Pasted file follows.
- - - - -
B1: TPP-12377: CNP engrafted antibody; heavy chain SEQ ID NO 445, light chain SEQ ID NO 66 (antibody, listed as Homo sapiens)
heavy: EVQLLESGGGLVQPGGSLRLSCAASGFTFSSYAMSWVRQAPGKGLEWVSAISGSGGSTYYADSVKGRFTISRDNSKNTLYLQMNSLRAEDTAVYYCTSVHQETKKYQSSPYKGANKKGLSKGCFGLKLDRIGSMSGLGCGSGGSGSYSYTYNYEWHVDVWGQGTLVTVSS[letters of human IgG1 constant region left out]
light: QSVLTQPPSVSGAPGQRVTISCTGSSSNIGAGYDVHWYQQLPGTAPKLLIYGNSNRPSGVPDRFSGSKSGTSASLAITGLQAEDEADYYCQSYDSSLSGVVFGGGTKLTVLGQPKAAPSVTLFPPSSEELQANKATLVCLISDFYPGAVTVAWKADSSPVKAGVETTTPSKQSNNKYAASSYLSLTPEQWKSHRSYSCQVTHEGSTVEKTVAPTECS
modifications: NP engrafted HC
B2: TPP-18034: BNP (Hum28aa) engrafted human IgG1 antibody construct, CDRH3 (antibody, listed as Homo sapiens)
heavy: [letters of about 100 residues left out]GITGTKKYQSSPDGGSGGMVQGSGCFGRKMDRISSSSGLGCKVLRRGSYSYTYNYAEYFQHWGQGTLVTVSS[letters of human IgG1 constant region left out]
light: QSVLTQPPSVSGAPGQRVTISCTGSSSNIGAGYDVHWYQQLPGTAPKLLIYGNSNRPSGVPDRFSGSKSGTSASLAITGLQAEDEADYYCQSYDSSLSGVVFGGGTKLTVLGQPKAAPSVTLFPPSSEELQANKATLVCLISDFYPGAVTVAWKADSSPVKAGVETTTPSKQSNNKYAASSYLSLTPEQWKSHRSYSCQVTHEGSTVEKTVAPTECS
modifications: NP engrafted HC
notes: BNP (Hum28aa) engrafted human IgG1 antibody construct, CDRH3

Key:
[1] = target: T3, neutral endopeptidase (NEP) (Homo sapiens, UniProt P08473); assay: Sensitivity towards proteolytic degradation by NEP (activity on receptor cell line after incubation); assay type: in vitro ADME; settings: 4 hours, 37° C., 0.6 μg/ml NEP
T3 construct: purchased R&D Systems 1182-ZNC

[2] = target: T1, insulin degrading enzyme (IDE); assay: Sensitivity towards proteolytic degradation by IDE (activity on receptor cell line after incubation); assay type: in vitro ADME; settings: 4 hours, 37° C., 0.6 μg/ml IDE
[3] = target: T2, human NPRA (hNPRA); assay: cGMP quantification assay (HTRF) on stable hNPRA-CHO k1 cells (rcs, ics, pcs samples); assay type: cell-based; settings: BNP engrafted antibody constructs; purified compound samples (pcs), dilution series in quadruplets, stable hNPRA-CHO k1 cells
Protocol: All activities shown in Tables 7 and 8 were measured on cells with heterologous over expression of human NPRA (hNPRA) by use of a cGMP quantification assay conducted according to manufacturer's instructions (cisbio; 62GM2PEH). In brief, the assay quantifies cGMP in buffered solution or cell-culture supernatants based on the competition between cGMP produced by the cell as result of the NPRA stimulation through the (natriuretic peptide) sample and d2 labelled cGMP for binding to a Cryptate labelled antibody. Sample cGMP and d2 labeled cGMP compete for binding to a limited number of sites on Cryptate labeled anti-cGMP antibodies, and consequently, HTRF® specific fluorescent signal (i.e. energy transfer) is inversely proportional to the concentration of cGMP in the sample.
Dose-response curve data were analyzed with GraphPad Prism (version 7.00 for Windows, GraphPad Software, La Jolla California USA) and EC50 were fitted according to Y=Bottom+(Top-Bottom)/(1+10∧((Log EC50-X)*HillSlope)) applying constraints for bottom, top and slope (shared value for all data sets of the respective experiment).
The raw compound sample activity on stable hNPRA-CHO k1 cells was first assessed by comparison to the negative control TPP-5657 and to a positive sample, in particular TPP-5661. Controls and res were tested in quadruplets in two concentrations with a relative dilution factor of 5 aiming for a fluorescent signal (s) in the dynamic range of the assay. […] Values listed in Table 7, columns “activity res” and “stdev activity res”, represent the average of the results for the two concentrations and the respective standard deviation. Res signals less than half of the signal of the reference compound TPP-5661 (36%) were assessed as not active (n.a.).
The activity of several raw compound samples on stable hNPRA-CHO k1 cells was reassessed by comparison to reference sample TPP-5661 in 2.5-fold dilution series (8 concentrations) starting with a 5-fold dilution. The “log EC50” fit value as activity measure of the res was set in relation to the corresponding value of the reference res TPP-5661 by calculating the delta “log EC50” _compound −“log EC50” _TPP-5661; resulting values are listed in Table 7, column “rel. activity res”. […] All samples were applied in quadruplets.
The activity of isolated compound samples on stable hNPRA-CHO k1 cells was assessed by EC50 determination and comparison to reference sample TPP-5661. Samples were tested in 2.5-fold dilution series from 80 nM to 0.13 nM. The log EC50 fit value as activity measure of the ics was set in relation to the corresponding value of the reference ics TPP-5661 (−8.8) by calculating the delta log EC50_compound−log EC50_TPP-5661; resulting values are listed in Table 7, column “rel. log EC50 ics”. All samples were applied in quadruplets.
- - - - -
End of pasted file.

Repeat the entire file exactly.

B1: TPP-12377: CNP engrafted antibody; heavy chain SEQ ID NO 445, light chain SEQ ID NO 66 (antibody, listed as Homo sapiens)
heavy: EVQLLESGGGLVQPGGSLRLSCAASGFTFSSYAMSWVRQAPGKGLEWVSAISGSGGSTYYADSVKGRFTISRDNSKNTLYLQMNSLRAEDTAVYYCTSVHQETKKYQSSPYKGANKKGLSKGCFGLKLDRIGSMSGLGCGSGGSGSYSYTYNYEWHVDVWGQGTLVTVSS[letters of human IgG1 constant region left out]
light: QSVLTQPPSVSGAPGQRVTISCTGSSSNIGAGYDVHWYQQLPGTAPKLLIYGNSNRPSGVPDRFSGSKSGTSASLAITGLQAEDEADYYCQSYDSSLSGVVFGGGTKLTVLGQPKAAPSVTLFPPSSEELQANKATLVCLISDFYPGAVTVAWKADSSPVKAGVETTTPSKQSNNKYAASSYLSLTPEQWKSHRSYSCQVTHEGSTVEKTVAPTECS
modifications: NP engrafted HC
B2: TPP-18034: BNP (Hum28aa) engrafted human IgG1 antibody construct, CDRH3 (antibody, listed as Homo sapiens)
heavy: [letters of about 100 residues left out]GITGTKKYQSSPDGGSGGMVQGSGCFGRKMDRISSSSGLGCKVLRRGSYSYTYNYAEYFQHWGQGTLVTVSS[letters of human IgG1 constant region left out]
light: QSVLTQPPSVSGAPGQRVTISCTGSSSNIGAGYDVHWYQQLPGTAPKLLIYGNSNRPSGVPDRFSGSKSGTSASLAITGLQAEDEADYYCQSYDSSLSGVVFGGGTKLTVLGQPKAAPSVTLFPPSSEELQANKATLVCLISDFYPGAVTVAWKADSSPVKAGVETTTPSKQSNNKYAASSYLSLTPEQWKSHRSYSCQVTHEGSTVEKTVAPTECS
modifications: NP engrafted HC
notes: BNP (Hum28aa) engrafted human IgG1 antibody construct, CDRH3

Key:
[1] = target: T3, neutral endopeptidase (NEP) (Homo sapiens, UniProt P08473); assay: Sensitivity towards proteolytic degradation by NEP (activity on receptor cell line after incubation); assay type: in vitro ADME; settings: 4 hours, 37° C., 0.6 μg/ml NEP
T3 construct: purchased R&D Systems 1182-ZNC

[2] = target: T1, insulin degrading enzyme (IDE); assay: Sensitivity towards proteolytic degradation by IDE (activity on receptor cell line after incubation); assay type: in vitro ADME; settings: 4 hours, 37° C., 0.6 μg/ml IDE
[3] = target: T2, human NPRA (hNPRA); assay: cGMP quantification assay (HTRF) on stable hNPRA-CHO k1 cells (rcs, ics, pcs samples); assay type: cell-based; settings: BNP engrafted antibody constructs; purified compound samples (pcs), dilution series in quadruplets, stable hNPRA-CHO k1 cells
Protocol: All activities shown in Tables 7 and 8 were measured on cells with heterologous over expression of human NPRA (hNPRA) by use of a cGMP quantification assay conducted according to manufacturer's instructions (cisbio; 62GM2PEH). In brief, the assay quantifies cGMP in buffered solution or cell-culture supernatants based on the competition between cGMP produced by the cell as result of the NPRA stimulation through the (natriuretic peptide) sample and d2 labelled cGMP for binding to a Cryptate labelled antibody. Sample cGMP and d2 labeled cGMP compete for binding to a limited number of sites on Cryptate labeled anti-cGMP antibodies, and consequently, HTRF® specific fluorescent signal (i.e. energy transfer) is inversely proportional to the concentration of cGMP in the sample.
Dose-response curve data were analyzed with GraphPad Prism (version 7.00 for Windows, GraphPad Software, La Jolla California USA) and EC50 were fitted according to Y=Bottom+(Top-Bottom)/(1+10∧((Log EC50-X)*HillSlope)) applying constraints for bottom, top and slope (shared value for all data sets of the respective experiment).
The raw compound sample activity on stable hNPRA-CHO k1 cells was first assessed by comparison to the negative control TPP-5657 and to a positive sample, in particular TPP-5661. Controls and res were tested in quadruplets in two concentrations with a relative dilution factor of 5 aiming for a fluorescent signal (s) in the dynamic range of the assay. […] Values listed in Table 7, columns “activity res” and “stdev activity res”, represent the average of the results for the two concentrations and the respective standard deviation. Res signals less than half of the signal of the reference compound TPP-5661 (36%) were assessed as not active (n.a.).
The activity of several raw compound samples on stable hNPRA-CHO k1 cells was reassessed by comparison to reference sample TPP-5661 in 2.5-fold dilution series (8 concentrations) starting with a 5-fold dilution. The “log EC50” fit value as activity measure of the res was set in relation to the corresponding value of the reference res TPP-5661 by calculating the delta “log EC50” _compound −“log EC50” _TPP-5661; resulting values are listed in Table 7, column “rel. activity res”. […] All samples were applied in quadruplets.
The activity of isolated compound samples on stable hNPRA-CHO k1 cells was assessed by EC50 determination and comparison to reference sample TPP-5661. Samples were tested in 2.5-fold dilution series from 80 nM to 0.13 nM. The log EC50 fit value as activity measure of the ics was set in relation to the corresponding value of the reference ics TPP-5661 (−8.8) by calculating the delta log EC50_compound−log EC50_TPP-5661; resulting values are listed in Table 7, column “rel. log EC50 ics”. All samples were applied in quadruplets.